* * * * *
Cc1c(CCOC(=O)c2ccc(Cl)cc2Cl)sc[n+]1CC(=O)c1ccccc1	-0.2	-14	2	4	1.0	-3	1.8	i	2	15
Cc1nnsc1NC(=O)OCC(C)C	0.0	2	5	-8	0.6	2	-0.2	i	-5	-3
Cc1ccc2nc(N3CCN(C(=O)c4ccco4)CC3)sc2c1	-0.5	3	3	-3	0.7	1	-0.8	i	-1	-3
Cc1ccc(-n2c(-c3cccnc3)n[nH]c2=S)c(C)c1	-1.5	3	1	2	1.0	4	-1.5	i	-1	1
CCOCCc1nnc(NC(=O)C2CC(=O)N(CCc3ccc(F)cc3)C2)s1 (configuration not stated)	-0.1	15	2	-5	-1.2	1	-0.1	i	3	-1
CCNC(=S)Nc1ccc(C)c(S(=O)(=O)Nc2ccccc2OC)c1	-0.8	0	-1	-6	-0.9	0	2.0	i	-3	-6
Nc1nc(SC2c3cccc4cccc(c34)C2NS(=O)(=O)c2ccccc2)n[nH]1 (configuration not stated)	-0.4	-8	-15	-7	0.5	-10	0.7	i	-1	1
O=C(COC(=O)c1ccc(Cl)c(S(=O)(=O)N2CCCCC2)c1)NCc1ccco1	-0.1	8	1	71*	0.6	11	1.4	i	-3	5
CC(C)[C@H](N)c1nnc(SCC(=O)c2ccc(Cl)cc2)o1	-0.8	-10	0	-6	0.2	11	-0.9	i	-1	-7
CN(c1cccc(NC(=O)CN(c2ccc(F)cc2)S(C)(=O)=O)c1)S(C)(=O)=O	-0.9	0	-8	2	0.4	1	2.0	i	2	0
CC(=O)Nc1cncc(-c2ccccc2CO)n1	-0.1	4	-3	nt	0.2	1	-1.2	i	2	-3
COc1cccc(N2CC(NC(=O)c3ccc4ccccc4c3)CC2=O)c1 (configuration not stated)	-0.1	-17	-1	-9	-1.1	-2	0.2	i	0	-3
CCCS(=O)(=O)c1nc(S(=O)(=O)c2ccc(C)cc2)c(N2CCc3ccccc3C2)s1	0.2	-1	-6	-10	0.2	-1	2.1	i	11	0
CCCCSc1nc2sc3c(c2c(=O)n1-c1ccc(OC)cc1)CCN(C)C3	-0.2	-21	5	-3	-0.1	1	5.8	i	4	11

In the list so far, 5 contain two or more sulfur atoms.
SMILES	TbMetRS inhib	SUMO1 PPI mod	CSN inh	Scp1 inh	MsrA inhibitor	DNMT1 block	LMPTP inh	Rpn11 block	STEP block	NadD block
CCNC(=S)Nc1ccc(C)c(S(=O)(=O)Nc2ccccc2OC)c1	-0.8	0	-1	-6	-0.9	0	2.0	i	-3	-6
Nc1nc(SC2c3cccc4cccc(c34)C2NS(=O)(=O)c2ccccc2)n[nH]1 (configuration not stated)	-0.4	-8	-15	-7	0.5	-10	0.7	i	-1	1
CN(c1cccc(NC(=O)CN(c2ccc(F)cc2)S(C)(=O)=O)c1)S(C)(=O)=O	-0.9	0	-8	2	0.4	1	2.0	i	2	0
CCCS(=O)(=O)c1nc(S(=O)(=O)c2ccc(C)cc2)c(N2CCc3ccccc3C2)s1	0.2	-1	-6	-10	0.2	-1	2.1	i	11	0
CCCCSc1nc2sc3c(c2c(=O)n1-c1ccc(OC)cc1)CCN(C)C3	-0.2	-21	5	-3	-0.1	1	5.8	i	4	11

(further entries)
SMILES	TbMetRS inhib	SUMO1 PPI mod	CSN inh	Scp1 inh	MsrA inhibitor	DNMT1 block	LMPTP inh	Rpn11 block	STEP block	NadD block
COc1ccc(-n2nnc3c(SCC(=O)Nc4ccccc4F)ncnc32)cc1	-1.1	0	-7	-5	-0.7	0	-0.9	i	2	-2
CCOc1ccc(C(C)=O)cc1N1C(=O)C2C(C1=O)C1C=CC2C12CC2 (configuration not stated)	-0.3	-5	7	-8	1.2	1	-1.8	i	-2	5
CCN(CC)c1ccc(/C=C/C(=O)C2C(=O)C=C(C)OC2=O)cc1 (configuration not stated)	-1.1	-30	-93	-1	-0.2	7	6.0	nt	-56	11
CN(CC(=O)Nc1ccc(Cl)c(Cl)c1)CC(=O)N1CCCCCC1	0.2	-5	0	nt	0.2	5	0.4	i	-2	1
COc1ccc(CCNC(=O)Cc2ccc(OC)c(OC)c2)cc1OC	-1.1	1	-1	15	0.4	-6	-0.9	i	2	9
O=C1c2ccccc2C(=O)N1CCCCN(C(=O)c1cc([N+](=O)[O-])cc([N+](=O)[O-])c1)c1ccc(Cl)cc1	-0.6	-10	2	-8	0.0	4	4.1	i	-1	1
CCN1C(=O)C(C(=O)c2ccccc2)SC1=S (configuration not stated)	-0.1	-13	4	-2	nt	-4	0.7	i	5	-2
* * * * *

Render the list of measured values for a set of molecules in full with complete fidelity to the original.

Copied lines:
Cc1c(CCOC(=O)c2ccc(Cl)cc2Cl)sc[n+]1CC(=O)c1ccccc1	-0.2	-14	2	4	1.0	-3	1.8	i	2	15
Cc1nnsc1NC(=O)OCC(C)C	0.0	2	5	-8	0.6	2	-0.2	i	-5	-3
Cc1ccc2nc(N3CCN(C(=O)c4ccco4)CC3)sc2c1	-0.5	3	3	-3	0.7	1	-0.8	i	-1	-3
Cc1ccc(-n2c(-c3cccnc3)n[nH]c2=S)c(C)c1	-1.5	3	1	2	1.0	4	-1.5	i	-1	1
CCOCCc1nnc(NC(=O)C2CC(=O)N(CCc3ccc(F)cc3)C2)s1 (configuration not stated)	-0.1	15	2	-5	-1.2	1	-0.1	i	3	-1
CCNC(=S)Nc1ccc(C)c(S(=O)(=O)Nc2ccccc2OC)c1	-0.8	0	-1	-6	-0.9	0	2.0	i	-3	-6
Nc1nc(SC2c3cccc4cccc(c34)C2NS(=O)(=O)c2ccccc2)n[nH]1 (configuration not stated)	-0.4	-8	-15	-7	0.5	-10	0.7	i	-1	1
O=C(COC(=O)c1ccc(Cl)c(S(=O)(=O)N2CCCCC2)c1)NCc1ccco1	-0.1	8	1	71*	0.6	11	1.4	i	-3	5
CC(C)[C@H](N)c1nnc(SCC(=O)c2ccc(Cl)cc2)o1	-0.8	-10	0	-6	0.2	11	-0.9	i	-1	-7
CN(c1cccc(NC(=O)CN(c2ccc(F)cc2)S(C)(=O)=O)c1)S(C)(=O)=O	-0.9	0	-8	2	0.4	1	2.0	i	2	0
CC(=O)Nc1cncc(-c2ccccc2CO)n1	-0.1	4	-3	nt	0.2	1	-1.2	i	2	-3
COc1cccc(N2CC(NC(=O)c3ccc4ccccc4c3)CC2=O)c1 (configuration not stated)	-0.1	-17	-1	-9	-1.1	-2	0.2	i	0	-3
CCCS(=O)(=O)c1nc(S(=O)(=O)c2ccc(C)cc2)c(N2CCc3ccccc3C2)s1	0.2	-1	-6	-10	0.2	-1	2.1	i	11	0
CCCCSc1nc2sc3c(c2c(=O)n1-c1ccc(OC)cc1)CCN(C)C3	-0.2	-21	5	-3	-0.1	1	5.8	i	4	11

In the list so far, 5 contain two or more sulfur atoms.
SMILES	TbMetRS inhib	SUMO1 PPI mod	CSN inh	Scp1 inh	MsrA inhibitor	DNMT1 block	LMPTP inh	Rpn11 block	STEP block	NadD block
CCNC(=S)Nc1ccc(C)c(S(=O)(=O)Nc2ccccc2OC)c1	-0.8	0	-1	-6	-0.9	0	2.0	i	-3	-6
Nc1nc(SC2c3cccc4cccc(c34)C2NS(=O)(=O)c2ccccc2)n[nH]1 (configuration not stated)	-0.4	-8	-15	-7	0.5	-10	0.7	i	-1	1
CN(c1cccc(NC(=O)CN(c2ccc(F)cc2)S(C)(=O)=O)c1)S(C)(=O)=O	-0.9	0	-8	2	0.4	1	2.0	i	2	0
CCCS(=O)(=O)c1nc(S(=O)(=O)c2ccc(C)cc2)c(N2CCc3ccccc3C2)s1	0.2	-1	-6	-10	0.2	-1	2.1	i	11	0
CCCCSc1nc2sc3c(c2c(=O)n1-c1ccc(OC)cc1)CCN(C)C3	-0.2	-21	5	-3	-0.1	1	5.8	i	4	11

(further entries)
SMILES	TbMetRS inhib	SUMO1 PPI mod	CSN inh	Scp1 inh	MsrA inhibitor	DNMT1 block	LMPTP inh	Rpn11 block	STEP block	NadD block
COc1ccc(-n2nnc3c(SCC(=O)Nc4ccccc4F)ncnc32)cc1	-1.1	0	-7	-5	-0.7	0	-0.9	i	2	-2
CCOc1ccc(C(C)=O)cc1N1C(=O)C2C(C1=O)C1C=CC2C12CC2 (configuration not stated)	-0.3	-5	7	-8	1.2	1	-1.8	i	-2	5
CCN(CC)c1ccc(/C=C/C(=O)C2C(=O)C=C(C)OC2=O)cc1 (configuration not stated)	-1.1	-30	-93	-1	-0.2	7	6.0	nt	-56	11
CN(CC(=O)Nc1ccc(Cl)c(Cl)c1)CC(=O)N1CCCCCC1	0.2	-5	0	nt	0.2	5	0.4	i	-2	1
COc1ccc(CCNC(=O)Cc2ccc(OC)c(OC)c2)cc1OC	-1.1	1	-1	15	0.4	-6	-0.9	i	2	9
O=C1c2ccccc2C(=O)N1CCCCN(C(=O)c1cc([N+](=O)[O-])cc([N+](=O)[O-])c1)c1ccc(Cl)cc1	-0.6	-10	2	-8	0.0	4	4.1	i	-1	1
CCN1C(=O)C(C(=O)c2ccccc2)SC1=S (configuration not stated)	-0.1	-13	4	-2	nt	-4	0.7	i	5	-2